People applaud Forbes for replying to a tweet? They reply on Twitter because its public not b/c they care

in the last 3 months I’ve noticed anecdotally that when I complain about something I’m much more likely to hear from someone associated with it.  I don’t think this is because I’m becoming important- ha ha. (Yea like that’s going to happen.)  I think it’s because Social Media is becoming important.

Forbes saw Chris Kieff tweet about the obnoxious ads on Chris and Forbes messaged back and forth a few times about the issue and Chris blogged about how great it is to get attention, and that “Social Media is becoming important”.

Would Forbes have responded if the complaint had come in via email? Why not? Why should social media get more customer service attention than other channels?

I’ve had a lot of experience with customer service on Twitter. A few months ago, I blogged about my dissatisfaction with Comcast and Sears. I didn’t intend to contact them on Twitter, but they found the post and contacted me. Both companies engaged with me via Twitter, then email, then phone, and ultimately took care of my issues.

But even though they were helping me, I called them out on it:

It is only through the power of Posterous/Twitter/Facebook that my complaints are being heard and actions are being taken. For these companies, it’s all about being perceived as listening and fixing their issues, not about actually getting down to their root problems and fixing those.

The worst I’ve seen in this arena of publicly providing customer service via Twitter is Bank of America. They have a team of six people who tweet as bofa_help. Looks at their tweets, just a series of “how can we help you?”

You know how you can help? Let me talk to a human being on the phone. Refund me the hidden fees you keep charging.

You think they have the power to do that? I doubt it. They only have the power to tweet. And are only there so that people think Bank of America is listening and doing something.

Good customer service is important. But lets not get too excited when a company hires a social media customer relationship manager. Often these people are completely disconnected from the product and the rest of the support staff.

Great companies provide top notch service through all channels, and they don’t do it just to be public about it. They do it because they actually care.


  1. I have noticed the same thing going on. It seems that smaller companies that seem to care about their customers will send you at the least a personalized tweet where as larger companies seem to send a generic tweet that makes it seem like the care. I understand that social media is becoming a big part of life, which is great, but social media is a means to get to know people. So larger companies should put in the effort to get to know their customers through social media. Because that is what it is there for.

  2. <html><body style="word-wrap: break-word; -webkit-nbsp-mode: space; -webkit-line-break: after-white-space; ">Patrick, yeah it definitely makes sense for them to take the conversation out of public eyes. But here’s the thing: bofa_help doesn’t follow the people they are tweeting to. So those people CANNOT direct message bofa. So i’m not sure how that communication is actually happening, seems like it’s just dropping.<br><div><div></div></div></body></html>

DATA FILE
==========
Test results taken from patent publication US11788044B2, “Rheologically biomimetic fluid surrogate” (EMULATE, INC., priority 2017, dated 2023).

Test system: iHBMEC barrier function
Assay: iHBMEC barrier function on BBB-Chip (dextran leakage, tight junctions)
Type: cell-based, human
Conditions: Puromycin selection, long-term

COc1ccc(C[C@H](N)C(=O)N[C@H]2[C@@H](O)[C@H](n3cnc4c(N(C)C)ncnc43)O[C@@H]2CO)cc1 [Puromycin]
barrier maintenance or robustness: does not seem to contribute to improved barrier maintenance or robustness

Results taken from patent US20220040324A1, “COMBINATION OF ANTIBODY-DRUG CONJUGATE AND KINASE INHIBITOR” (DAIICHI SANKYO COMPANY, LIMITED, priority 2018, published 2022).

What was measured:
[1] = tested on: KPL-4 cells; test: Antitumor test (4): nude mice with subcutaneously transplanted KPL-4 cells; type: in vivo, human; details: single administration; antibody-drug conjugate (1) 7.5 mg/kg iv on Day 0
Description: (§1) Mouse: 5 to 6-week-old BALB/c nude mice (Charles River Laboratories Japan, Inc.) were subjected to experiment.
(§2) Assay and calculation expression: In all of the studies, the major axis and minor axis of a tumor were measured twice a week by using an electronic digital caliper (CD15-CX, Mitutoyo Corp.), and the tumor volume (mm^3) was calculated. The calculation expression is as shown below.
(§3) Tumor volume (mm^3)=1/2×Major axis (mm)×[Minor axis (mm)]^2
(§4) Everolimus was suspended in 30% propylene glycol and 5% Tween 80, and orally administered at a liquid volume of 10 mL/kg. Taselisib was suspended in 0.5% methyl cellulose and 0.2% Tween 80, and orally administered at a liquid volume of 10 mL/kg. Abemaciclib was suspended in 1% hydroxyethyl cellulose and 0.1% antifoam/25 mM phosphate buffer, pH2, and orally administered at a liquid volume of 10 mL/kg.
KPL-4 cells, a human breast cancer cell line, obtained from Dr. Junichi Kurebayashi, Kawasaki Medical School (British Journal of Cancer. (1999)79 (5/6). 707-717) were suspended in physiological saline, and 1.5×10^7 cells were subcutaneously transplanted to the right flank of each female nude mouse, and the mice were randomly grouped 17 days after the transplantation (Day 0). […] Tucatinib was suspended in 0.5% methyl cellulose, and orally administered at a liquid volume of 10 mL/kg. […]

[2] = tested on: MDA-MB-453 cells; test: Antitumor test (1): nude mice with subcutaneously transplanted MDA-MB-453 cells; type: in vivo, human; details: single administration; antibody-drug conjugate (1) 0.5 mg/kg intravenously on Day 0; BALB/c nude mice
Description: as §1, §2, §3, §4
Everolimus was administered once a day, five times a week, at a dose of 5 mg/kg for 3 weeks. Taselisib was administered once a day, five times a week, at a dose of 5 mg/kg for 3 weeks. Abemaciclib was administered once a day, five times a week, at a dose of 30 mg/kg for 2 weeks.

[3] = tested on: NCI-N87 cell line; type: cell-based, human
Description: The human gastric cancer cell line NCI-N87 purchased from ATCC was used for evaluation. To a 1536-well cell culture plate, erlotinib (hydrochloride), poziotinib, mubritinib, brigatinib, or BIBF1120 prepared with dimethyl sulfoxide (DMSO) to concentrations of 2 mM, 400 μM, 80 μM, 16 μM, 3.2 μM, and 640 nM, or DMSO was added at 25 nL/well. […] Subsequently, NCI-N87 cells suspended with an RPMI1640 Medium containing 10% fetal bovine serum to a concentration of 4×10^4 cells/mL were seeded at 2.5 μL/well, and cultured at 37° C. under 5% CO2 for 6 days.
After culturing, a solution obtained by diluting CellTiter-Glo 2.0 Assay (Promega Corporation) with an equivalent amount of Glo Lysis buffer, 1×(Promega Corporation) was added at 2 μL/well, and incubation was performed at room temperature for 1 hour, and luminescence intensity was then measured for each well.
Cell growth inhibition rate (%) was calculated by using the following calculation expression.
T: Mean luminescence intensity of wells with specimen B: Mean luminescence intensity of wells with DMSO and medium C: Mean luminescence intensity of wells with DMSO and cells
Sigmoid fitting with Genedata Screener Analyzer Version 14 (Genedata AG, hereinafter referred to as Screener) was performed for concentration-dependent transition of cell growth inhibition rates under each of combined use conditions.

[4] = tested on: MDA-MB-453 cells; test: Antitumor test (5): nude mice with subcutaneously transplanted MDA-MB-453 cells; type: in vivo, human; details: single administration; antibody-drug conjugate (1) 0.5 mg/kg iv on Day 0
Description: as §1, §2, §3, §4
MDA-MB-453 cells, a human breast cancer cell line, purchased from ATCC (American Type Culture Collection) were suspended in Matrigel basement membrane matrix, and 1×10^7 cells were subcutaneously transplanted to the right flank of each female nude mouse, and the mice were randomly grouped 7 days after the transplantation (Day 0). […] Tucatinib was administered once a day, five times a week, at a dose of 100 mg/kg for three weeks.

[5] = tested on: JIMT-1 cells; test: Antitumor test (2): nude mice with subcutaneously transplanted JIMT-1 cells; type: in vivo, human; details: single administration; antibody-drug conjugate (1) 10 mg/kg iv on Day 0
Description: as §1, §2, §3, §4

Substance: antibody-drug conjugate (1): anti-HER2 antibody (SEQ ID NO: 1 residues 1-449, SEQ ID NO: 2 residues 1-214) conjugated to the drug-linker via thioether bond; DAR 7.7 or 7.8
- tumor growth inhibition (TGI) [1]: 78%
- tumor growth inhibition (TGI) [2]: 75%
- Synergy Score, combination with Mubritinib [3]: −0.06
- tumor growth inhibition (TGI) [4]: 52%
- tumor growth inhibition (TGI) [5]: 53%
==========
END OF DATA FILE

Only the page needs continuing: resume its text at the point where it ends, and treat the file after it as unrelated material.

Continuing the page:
3. <html><body style="word-wrap: break-word; -webkit-nbsp-mode: space; -webkit-line-break: after-white-space; ">I don’t want to be all "stalker" like, but I checked the last few people bofa had tweeted to and confirmed bofa was NOT following them. But if they did, that would make sense and solve this issue<br><div><div></div></div></body></html>

  4. Hi Sachin, My name is Eric. I work on social media strategy for Forbes, and I am currently in charge of the @Forbes twitter account. I came across your post, and just wanted to present my opinion and perspective on the issue. I think you raise a completely valid and legitimate point. There are many companies that have tapped into social media solely for the positive buzz that a couple tweets will bring. I have personally experienced those situations, and I have had the same thoughts and reactions as you. However, my work at Forbes has focused on using social media as a legitimate, effective business tool. Forbes uses social media as a tool to further many business objectives; one of which is customer relations management. I absolutely believe that platforms like Twitter can help Forbes offer better support and service to our readers. My philosophy in supporting this belief is that social media is a channel for CRM that lowers the barrier to participation in feedback and suggestions from readers. Because channels like Twitter are already integrated into people’s lives it is more convenient for them to be able to connect with customer service and brands there than it is to go out of their way to call and/or email. Social media is a means of facilitating customer service and resolving issues that otherwise wouldn’t have been addressed.Furthermore, I want to assure you that while I know many companies do not empower their customer service workers to actually resolve customer issues, I have a direct channel of daily communication with the very top executives, technicians, and editors at Forbes. Everyone here is committed to enabling social media as a powerful tool to engage with, respond to, and support our readers, and maximize the value they receive from our site and magazine. I would love to continue this discussion with you. It’s an issue I think about and deal with daily, as I am sure you do. Please feel free to email, call, or @reply me at anytime. I would also be happy to put you in touch with some of our west coast technology reporters if you would be interested in presenting your thoughts on the record. Our executive editor of Forbes Entrepreneurs is also always interested in new perspectives on issues facing today’s small businesses, such as social media CRM. Best regards, EricEric FulwilerForbes.comAudience Development & Social Media90 Fifth Ave. New York, NY 10011w. 212.366.8992@EFulwiler